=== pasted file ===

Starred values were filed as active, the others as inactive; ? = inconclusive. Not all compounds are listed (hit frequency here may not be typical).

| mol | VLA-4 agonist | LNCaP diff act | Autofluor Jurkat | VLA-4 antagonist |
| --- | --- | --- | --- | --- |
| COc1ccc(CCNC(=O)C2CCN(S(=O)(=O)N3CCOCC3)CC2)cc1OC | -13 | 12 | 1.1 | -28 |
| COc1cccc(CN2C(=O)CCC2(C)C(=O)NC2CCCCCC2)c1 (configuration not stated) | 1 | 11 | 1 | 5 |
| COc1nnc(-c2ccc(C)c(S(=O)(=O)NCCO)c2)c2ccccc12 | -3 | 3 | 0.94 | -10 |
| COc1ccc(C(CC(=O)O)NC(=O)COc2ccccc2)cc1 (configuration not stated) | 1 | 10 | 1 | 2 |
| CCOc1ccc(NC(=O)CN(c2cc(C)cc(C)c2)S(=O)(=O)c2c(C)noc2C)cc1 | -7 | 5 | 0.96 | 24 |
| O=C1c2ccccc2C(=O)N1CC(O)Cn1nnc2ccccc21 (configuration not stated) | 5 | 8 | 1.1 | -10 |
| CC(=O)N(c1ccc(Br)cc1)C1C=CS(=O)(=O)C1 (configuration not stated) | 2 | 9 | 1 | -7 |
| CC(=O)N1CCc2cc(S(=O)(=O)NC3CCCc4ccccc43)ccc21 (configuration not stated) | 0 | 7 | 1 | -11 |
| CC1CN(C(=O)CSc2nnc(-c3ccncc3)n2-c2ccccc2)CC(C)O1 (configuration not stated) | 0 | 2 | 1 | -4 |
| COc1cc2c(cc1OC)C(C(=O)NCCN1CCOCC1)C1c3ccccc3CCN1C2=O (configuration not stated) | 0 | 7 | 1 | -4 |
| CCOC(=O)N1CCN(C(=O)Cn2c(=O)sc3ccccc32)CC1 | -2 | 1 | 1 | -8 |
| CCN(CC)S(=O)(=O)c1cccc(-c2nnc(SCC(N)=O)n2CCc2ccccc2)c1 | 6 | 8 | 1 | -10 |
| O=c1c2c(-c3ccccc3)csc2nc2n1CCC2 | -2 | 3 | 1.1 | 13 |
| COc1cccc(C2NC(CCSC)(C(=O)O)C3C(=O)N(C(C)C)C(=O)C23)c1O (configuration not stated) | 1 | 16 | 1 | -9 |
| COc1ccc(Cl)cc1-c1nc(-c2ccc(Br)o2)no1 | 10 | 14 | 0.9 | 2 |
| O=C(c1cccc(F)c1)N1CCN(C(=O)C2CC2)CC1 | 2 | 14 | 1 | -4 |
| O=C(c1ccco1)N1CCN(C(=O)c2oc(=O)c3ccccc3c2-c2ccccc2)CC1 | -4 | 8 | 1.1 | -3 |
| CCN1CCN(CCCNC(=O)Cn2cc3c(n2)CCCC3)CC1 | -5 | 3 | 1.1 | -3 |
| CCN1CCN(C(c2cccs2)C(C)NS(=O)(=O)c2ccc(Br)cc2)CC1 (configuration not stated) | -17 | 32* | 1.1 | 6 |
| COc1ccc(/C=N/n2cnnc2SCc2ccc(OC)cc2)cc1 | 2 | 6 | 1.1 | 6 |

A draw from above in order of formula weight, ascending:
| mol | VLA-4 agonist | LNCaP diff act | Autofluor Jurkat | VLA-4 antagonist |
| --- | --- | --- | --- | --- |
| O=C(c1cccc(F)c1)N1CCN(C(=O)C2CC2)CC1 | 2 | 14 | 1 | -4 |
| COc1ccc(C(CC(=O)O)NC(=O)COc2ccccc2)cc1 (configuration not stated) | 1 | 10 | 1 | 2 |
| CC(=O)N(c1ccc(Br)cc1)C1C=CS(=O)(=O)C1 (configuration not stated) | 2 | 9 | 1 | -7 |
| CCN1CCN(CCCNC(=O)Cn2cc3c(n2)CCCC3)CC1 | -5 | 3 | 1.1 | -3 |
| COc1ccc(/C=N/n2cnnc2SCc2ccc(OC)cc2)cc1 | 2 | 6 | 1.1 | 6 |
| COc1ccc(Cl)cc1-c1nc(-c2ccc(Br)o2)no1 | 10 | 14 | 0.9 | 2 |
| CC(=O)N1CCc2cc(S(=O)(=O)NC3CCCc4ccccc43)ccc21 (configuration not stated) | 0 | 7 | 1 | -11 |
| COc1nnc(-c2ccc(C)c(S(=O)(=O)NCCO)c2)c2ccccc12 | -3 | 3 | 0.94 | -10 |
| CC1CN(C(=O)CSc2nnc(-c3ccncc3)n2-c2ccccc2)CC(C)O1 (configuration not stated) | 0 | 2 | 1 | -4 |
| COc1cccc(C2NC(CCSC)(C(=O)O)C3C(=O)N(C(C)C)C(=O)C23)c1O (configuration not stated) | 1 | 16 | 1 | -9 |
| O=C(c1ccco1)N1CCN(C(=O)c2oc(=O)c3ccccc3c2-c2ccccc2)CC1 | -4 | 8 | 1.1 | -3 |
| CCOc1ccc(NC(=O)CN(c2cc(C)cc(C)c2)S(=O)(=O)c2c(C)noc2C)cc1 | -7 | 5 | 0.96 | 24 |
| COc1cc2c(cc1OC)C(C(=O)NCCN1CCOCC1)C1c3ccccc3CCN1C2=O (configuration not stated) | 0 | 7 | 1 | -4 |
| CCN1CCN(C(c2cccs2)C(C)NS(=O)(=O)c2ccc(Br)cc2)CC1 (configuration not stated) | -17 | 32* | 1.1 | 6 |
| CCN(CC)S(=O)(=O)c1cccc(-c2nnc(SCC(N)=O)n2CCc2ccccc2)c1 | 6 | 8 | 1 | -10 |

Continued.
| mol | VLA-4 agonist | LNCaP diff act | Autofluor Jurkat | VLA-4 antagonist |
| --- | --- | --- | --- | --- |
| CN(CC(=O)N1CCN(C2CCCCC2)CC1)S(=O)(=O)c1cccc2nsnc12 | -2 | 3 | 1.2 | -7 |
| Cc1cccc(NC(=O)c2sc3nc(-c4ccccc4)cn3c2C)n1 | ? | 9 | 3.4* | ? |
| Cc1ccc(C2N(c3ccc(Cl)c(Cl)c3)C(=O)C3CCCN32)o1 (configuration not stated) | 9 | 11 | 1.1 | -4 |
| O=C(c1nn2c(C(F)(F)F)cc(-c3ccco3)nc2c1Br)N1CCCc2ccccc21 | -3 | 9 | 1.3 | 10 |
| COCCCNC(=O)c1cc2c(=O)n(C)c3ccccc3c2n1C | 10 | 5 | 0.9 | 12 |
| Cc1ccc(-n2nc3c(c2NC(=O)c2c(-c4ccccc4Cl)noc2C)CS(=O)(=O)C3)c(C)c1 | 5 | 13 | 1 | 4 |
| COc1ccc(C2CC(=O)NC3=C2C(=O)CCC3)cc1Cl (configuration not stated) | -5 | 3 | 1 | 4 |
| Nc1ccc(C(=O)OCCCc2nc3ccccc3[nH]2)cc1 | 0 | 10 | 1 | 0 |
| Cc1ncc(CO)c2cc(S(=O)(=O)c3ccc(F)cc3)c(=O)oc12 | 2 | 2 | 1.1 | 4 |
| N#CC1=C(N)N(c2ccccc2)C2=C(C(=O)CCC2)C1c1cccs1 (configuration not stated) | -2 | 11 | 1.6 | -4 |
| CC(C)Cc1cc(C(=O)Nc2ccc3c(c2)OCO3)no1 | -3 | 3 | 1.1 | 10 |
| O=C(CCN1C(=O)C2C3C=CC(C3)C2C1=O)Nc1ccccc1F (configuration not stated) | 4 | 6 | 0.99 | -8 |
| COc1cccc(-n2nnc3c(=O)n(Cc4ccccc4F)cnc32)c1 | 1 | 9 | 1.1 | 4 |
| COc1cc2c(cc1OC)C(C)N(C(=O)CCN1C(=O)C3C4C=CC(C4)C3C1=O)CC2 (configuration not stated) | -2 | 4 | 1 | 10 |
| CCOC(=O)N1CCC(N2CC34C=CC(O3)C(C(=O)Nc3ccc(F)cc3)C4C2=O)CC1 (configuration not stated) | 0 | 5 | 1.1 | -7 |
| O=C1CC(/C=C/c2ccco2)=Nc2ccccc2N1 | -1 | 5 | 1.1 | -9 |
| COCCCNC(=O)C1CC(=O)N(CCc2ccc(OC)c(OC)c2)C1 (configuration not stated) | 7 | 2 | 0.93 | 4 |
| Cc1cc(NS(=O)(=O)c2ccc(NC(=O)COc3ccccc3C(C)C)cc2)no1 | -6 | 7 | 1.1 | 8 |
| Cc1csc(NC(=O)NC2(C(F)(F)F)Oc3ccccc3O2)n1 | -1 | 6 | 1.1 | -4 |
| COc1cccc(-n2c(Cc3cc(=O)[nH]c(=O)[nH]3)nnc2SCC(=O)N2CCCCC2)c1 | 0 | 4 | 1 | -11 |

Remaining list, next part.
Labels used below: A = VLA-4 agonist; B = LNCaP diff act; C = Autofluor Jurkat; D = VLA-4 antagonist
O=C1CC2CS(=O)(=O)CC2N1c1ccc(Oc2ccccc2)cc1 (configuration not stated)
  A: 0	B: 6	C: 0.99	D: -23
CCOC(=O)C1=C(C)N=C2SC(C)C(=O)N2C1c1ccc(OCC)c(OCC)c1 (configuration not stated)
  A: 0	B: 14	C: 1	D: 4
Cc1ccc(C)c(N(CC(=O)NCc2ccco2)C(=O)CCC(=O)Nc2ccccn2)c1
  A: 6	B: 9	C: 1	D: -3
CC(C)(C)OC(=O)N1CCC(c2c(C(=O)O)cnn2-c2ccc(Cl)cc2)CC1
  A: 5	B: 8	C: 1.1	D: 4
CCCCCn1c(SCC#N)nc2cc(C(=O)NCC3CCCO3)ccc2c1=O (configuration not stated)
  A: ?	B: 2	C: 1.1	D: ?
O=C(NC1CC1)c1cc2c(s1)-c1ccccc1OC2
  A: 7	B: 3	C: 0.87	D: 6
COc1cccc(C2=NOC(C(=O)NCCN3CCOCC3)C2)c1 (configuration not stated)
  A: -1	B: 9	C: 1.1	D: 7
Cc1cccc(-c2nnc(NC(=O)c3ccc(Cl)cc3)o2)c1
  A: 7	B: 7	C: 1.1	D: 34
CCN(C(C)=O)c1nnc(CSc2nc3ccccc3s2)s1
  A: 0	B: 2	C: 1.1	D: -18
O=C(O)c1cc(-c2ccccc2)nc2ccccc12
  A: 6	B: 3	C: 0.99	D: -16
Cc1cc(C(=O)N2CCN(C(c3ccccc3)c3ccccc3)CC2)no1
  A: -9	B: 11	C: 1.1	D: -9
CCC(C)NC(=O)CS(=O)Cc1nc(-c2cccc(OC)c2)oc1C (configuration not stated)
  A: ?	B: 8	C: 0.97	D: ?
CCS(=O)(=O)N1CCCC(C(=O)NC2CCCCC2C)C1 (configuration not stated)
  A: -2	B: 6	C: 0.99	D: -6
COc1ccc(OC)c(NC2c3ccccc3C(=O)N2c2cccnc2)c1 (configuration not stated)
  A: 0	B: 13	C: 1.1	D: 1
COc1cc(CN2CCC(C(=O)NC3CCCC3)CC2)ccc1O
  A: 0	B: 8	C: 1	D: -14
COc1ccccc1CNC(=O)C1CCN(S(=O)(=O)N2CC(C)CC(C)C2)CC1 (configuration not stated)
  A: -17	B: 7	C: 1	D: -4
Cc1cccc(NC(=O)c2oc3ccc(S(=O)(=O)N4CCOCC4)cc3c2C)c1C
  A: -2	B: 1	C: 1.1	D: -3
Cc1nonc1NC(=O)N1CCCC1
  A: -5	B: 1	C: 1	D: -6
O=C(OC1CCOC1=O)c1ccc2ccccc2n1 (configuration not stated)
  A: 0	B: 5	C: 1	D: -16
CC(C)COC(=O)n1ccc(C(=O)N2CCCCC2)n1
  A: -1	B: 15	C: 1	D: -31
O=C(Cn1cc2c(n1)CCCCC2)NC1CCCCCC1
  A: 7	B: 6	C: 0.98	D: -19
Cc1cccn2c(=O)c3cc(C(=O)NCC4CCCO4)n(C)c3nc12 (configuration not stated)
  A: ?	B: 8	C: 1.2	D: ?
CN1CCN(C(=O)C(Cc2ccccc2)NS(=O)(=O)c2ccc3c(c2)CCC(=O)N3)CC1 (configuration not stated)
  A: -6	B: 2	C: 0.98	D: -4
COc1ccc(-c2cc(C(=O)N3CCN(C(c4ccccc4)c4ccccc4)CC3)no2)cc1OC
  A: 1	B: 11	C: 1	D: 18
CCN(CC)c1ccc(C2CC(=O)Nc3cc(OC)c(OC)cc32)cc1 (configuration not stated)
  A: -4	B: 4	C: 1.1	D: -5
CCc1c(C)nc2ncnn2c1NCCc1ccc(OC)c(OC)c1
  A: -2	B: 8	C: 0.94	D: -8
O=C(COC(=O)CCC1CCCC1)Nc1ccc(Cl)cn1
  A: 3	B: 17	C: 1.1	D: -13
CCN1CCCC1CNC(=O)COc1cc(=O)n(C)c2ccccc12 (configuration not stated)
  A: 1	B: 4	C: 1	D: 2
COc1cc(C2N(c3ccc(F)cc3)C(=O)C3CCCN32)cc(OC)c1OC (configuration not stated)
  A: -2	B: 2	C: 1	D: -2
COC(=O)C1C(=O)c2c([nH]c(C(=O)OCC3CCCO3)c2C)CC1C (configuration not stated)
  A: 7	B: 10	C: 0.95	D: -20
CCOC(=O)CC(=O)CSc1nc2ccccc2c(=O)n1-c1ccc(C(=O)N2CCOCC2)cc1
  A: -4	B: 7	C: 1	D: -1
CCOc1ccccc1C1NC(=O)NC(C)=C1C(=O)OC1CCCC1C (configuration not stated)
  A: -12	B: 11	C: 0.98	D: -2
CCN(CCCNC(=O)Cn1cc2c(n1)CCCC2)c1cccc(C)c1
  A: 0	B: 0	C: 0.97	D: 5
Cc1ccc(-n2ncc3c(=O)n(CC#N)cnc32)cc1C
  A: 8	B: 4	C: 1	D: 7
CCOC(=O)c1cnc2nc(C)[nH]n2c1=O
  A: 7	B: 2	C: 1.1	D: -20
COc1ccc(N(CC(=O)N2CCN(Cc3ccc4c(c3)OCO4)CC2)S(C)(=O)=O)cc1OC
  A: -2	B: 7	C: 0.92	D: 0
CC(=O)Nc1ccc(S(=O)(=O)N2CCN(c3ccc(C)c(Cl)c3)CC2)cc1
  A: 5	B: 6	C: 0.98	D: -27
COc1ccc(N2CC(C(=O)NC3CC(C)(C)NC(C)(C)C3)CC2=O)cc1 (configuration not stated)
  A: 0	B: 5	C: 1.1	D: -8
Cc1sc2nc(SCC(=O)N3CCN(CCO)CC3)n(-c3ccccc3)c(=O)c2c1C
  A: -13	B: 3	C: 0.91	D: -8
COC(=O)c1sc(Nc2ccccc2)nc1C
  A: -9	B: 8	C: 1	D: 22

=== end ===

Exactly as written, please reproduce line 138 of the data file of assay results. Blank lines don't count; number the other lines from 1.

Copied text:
  A: -2	B: 7	C: 0.92	D: 0